10. A proven concept
This will be outlined below.
What’s the business?
Financial Freedom Project provides you with a long-term financial freedom by utilising financial markets. The Financial Freedom Project is a results-based wealth creation training and mentorship programme that has start-up capital requirements of only R4 000 to begin accessing markets. The course requires only 3 days of your time and offers unlimited course re-sits.
For more information about how you can work with Financial Freedom Project visit financialfreedomproject.net or call them on 010 020 5699 for further info.
BrightRock’s 5 Entrepreneurial Tips For Start-ups
Schalk Malan, co-founder and executive director, shares five tips that he says were instrumental to BrightRock’s success thus far.
After six years in business, needs-matched life insurance player BrightRock is widely regarded as the fastest growing player in its segment. By the end of 2017, they have achieved an annualised premium income of of over R1.1 billion and a year-on-year growth of 62%, relative to the industry’s growth of 8%. Schalk Malan, co-founder and executive director, shares five tips that he says were instrumental to BrightRock’s success thus far:
1. Get the right people together
It all starts with a shared goal to make a difference – in our instance, we shared a vision to change the life insurance industry through a unique, needs-matched product that would make BrightRock stand out from the crowd. We ensure that this vision is embedded in the actions of each and every one of our employees by encouraging a collaborative and entrepreneurial spirit, which in turn continues to enable us to drive the business forward.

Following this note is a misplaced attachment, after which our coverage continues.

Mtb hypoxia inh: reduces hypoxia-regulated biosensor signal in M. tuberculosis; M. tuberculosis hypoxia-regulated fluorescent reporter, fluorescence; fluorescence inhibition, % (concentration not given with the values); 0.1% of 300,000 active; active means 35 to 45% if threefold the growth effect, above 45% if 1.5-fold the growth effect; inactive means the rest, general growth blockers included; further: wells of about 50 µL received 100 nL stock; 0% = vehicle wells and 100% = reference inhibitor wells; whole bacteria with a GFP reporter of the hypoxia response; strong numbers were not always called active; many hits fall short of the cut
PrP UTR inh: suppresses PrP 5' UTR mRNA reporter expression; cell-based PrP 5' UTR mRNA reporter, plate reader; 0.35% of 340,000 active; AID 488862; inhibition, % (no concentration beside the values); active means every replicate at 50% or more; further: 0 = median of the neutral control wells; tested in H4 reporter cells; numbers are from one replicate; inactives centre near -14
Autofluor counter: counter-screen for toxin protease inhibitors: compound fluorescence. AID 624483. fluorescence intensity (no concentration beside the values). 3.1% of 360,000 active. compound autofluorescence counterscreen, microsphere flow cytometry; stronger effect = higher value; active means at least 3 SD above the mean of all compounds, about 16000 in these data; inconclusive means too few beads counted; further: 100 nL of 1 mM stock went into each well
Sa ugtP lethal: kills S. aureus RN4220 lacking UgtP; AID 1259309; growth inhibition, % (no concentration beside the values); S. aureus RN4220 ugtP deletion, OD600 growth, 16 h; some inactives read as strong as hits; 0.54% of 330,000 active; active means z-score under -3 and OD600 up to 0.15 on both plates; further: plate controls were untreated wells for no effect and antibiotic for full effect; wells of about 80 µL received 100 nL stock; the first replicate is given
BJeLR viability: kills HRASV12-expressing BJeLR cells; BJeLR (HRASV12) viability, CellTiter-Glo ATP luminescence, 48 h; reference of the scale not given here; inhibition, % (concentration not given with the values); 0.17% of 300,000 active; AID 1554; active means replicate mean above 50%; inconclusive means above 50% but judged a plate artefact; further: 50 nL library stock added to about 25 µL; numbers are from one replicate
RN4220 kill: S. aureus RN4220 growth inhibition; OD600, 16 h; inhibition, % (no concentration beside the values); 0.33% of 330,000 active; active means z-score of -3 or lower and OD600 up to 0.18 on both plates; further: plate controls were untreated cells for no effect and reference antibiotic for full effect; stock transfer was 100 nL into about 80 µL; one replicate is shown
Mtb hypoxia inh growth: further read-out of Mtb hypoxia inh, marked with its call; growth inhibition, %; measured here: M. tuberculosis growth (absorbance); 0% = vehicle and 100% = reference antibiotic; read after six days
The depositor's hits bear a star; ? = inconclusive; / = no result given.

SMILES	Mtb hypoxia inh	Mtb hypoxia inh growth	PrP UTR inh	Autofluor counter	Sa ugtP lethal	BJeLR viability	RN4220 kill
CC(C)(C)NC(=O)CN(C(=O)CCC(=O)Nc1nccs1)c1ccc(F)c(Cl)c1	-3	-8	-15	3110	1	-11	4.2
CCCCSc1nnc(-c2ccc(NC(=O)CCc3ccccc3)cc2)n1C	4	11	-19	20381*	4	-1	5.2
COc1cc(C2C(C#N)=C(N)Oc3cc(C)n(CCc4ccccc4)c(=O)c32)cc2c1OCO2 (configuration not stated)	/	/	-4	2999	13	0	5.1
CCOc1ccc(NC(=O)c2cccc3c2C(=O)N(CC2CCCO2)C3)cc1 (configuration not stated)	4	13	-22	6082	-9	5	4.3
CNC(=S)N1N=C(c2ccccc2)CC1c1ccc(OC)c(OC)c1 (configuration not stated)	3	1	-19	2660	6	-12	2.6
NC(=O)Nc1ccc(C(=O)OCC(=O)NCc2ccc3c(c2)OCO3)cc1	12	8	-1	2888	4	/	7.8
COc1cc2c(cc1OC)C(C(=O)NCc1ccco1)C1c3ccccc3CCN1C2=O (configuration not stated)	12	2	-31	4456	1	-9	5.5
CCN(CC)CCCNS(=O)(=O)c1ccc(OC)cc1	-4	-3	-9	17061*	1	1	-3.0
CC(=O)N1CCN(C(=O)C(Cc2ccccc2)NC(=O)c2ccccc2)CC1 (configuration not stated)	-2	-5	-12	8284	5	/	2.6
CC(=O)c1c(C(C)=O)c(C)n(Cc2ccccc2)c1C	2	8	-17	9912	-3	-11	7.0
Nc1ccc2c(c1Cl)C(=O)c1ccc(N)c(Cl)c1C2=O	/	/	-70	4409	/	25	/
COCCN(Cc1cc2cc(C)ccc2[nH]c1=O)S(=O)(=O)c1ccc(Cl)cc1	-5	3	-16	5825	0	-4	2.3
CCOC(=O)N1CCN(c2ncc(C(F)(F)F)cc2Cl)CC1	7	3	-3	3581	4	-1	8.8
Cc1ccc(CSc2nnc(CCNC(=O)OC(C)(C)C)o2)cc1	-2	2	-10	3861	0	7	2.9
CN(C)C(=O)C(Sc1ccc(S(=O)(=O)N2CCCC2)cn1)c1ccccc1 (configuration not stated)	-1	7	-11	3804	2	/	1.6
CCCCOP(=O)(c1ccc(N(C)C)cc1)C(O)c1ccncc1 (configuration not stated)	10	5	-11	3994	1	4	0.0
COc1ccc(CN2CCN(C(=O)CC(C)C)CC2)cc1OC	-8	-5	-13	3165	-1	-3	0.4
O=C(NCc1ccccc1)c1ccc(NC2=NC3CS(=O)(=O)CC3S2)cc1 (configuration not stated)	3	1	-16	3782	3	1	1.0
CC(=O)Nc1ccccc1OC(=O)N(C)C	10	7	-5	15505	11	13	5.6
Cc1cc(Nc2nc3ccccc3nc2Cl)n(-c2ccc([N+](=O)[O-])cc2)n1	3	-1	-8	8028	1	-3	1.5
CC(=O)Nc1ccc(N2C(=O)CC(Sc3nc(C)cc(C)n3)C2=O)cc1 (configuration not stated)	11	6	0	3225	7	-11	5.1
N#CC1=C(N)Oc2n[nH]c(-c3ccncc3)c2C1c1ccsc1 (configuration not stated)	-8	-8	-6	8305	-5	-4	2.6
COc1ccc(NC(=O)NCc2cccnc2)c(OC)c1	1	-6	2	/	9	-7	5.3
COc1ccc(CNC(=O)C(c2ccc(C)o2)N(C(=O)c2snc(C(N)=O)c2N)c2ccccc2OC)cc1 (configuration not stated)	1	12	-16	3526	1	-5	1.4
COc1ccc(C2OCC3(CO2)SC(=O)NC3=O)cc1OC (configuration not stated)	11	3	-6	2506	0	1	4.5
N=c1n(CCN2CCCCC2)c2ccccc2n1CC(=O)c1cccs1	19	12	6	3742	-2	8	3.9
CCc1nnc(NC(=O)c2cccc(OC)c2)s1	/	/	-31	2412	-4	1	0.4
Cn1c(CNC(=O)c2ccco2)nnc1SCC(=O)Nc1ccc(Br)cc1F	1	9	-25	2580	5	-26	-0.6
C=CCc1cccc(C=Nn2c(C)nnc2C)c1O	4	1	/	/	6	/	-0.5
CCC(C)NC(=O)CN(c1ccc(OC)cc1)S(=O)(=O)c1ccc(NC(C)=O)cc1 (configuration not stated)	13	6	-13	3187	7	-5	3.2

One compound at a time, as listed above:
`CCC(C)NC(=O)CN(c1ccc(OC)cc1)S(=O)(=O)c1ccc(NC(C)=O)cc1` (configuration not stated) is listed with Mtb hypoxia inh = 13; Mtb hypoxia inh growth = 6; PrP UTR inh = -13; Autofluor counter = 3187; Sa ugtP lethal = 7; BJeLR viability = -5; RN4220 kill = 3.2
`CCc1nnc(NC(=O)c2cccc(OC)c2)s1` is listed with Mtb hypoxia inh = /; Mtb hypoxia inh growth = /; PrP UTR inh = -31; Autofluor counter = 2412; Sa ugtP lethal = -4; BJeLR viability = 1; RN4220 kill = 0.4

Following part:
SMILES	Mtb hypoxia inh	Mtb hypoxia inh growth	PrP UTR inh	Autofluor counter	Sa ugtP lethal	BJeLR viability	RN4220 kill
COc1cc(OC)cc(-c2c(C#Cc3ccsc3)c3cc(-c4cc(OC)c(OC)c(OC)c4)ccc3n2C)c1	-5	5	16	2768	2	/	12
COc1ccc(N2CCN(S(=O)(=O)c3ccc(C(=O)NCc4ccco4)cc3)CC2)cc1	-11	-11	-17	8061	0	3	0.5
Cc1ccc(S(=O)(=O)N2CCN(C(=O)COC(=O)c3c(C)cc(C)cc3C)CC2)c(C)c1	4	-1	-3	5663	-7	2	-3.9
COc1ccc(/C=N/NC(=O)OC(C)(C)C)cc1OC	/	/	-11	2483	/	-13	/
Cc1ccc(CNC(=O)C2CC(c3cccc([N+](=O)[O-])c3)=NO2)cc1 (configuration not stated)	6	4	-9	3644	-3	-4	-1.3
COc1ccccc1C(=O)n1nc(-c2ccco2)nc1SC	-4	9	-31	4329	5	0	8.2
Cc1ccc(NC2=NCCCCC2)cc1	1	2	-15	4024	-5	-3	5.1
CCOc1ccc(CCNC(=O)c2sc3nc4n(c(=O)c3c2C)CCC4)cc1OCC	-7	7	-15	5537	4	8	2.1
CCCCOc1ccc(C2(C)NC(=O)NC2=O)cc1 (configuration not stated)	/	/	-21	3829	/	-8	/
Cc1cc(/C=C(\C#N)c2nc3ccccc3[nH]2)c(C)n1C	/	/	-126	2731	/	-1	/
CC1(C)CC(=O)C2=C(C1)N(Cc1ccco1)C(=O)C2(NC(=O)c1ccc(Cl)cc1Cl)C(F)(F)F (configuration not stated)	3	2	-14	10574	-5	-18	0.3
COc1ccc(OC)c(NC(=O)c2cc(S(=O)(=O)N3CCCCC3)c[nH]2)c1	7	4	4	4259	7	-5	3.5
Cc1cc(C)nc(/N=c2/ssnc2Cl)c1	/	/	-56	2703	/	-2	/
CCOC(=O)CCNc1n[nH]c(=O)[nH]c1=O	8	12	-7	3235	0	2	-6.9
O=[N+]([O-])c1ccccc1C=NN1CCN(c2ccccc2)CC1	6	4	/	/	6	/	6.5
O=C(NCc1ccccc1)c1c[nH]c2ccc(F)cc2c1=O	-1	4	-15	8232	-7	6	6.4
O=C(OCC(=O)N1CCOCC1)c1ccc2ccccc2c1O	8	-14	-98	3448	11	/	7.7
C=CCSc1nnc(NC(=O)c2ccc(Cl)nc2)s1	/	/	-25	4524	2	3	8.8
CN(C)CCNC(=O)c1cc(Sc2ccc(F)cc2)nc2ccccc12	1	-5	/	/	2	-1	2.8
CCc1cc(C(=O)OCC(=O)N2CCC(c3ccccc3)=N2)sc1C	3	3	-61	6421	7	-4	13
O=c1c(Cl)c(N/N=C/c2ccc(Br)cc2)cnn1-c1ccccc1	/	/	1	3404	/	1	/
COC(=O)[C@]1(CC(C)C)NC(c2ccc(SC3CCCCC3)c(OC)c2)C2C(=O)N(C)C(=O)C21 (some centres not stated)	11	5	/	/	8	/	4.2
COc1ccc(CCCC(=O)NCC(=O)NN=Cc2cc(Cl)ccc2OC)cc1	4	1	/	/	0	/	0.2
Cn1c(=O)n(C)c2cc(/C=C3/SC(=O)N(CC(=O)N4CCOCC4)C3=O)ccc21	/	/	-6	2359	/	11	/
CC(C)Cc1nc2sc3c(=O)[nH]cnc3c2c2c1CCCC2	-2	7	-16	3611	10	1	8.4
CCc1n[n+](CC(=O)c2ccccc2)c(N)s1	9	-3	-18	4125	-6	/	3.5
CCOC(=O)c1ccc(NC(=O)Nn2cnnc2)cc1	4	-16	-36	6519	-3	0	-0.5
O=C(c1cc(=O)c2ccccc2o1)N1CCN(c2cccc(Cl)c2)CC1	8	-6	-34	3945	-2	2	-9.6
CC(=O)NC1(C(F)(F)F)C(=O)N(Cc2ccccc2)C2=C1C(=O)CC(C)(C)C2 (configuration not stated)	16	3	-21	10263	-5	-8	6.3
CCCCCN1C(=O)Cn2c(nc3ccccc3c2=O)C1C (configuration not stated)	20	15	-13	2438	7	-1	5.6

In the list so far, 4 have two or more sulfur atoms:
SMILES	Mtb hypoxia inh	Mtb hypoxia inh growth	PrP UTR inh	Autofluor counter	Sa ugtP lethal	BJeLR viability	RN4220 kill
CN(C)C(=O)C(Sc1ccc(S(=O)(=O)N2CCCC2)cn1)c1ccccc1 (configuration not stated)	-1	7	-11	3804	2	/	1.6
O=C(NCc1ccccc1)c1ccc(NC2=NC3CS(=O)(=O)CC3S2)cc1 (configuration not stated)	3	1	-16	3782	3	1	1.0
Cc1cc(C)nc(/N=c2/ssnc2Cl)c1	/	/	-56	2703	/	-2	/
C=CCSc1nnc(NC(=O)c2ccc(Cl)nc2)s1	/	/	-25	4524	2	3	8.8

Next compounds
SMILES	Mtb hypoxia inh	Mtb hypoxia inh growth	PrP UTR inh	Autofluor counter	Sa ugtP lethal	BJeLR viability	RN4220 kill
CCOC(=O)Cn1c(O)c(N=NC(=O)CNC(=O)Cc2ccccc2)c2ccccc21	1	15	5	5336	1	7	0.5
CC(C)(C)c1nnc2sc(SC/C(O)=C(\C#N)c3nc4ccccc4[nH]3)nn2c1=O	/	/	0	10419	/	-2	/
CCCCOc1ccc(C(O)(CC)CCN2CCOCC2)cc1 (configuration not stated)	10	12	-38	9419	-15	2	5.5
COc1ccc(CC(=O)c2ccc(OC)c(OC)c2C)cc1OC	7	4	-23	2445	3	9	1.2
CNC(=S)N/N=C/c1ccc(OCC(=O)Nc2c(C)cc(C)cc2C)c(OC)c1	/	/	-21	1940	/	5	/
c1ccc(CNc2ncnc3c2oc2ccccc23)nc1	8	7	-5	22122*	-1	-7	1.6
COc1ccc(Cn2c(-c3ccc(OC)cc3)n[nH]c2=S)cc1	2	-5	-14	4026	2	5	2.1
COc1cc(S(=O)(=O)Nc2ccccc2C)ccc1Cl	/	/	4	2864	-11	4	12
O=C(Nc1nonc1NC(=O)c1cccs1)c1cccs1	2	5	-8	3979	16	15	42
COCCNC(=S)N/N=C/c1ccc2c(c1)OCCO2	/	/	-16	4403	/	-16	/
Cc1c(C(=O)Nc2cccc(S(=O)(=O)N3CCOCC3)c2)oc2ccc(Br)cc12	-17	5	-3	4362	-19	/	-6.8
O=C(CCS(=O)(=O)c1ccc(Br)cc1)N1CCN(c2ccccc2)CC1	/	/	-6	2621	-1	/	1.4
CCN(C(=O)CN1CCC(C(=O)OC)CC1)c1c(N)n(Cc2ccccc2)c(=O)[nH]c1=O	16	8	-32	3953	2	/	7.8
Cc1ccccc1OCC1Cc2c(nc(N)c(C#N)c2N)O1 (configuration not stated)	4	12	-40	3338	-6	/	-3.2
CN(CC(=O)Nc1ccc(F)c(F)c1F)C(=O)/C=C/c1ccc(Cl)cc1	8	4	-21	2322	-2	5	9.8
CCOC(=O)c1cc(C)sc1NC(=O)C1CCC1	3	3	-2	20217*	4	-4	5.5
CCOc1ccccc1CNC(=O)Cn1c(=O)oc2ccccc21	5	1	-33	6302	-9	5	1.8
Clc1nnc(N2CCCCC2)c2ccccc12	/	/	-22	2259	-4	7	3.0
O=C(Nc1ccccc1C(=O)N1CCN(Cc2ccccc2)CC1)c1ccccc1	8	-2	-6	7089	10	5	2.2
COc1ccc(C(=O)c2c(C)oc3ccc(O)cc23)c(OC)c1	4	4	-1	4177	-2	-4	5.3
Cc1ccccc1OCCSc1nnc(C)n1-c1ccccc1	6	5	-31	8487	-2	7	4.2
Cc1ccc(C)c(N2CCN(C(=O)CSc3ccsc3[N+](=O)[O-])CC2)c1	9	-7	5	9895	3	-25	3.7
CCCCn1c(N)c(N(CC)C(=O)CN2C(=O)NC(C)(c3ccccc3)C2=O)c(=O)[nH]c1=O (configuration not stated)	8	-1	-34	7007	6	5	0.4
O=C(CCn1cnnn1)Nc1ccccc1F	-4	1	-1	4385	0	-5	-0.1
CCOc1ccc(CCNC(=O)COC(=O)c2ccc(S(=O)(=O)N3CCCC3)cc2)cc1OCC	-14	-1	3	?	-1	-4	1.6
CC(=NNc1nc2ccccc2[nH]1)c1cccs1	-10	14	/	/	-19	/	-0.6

2. Always put your clients’ interests first or build products that really create value for your clients
We put clients’ interests first by designing a product that tracks the changes in clients’ financial needs over time, so they pay only for the cover they actually need. It’s more cost-efficient and sustainable, because we strip out wasted cover to deliver premium savings. In doing so, we also create more value for our clients. But it’s not just the product that puts clients’ interests first:
By communicating our cover in simple, plain language without intricate terminology and clauses, our clients are empowered to understand what they signed up for. This principle of client-centric design can be applied in any business.
3. Play on a differentiated playing field >>> Stand out from the crowd, create your own niche
BrightRock operates in a competitive and well-established market, so we understood we couldn’t compete if we simply did things the way they’d always been done. We created our own playing field with new rules, where we differentiate what we do in every facet of our business. This is done on various levels – from our highly advanced product and systems architecture; to having the best claims definitions in the market; to offering a high touch; personal claims experience; personalised documentation; various initiatives offering support for independent financial advice; to our content-led consumer marketing strategy.
Related: Bright Futures
4. There will be twists and turns, no new business perfectly follows the original business plan
Any successful entrepreneur will tell you that you will need to constantly adapt and make changes to your business plan to stay at the top of your game. This needs to be done without compromising on the reasons why you started your business. One of many examples of this in the BrightRock story is that we originally had envisaged a Johannesburg-based head office. These days, we have a large contingent of our staff based in Port Elizabeth – delivering cost efficiencies and service improvement to our servicing model, much to the benefit of our clients.
5. Never give up
In the beginning of any new venture, it is hard because many people doubt you. We were told we were nuts to leave successful careers to start something new and take on the big boys. That doubt can be crippling if you let it be. You’re constantly watching the cash flow and new business numbers and need to recruit and motivate people based on a promise of what the business will become. There will be many sleepless nights and dark-hours-of-the-morning butterflies-in-the-stomach, but just keep going – your perseverance will eventually pay off.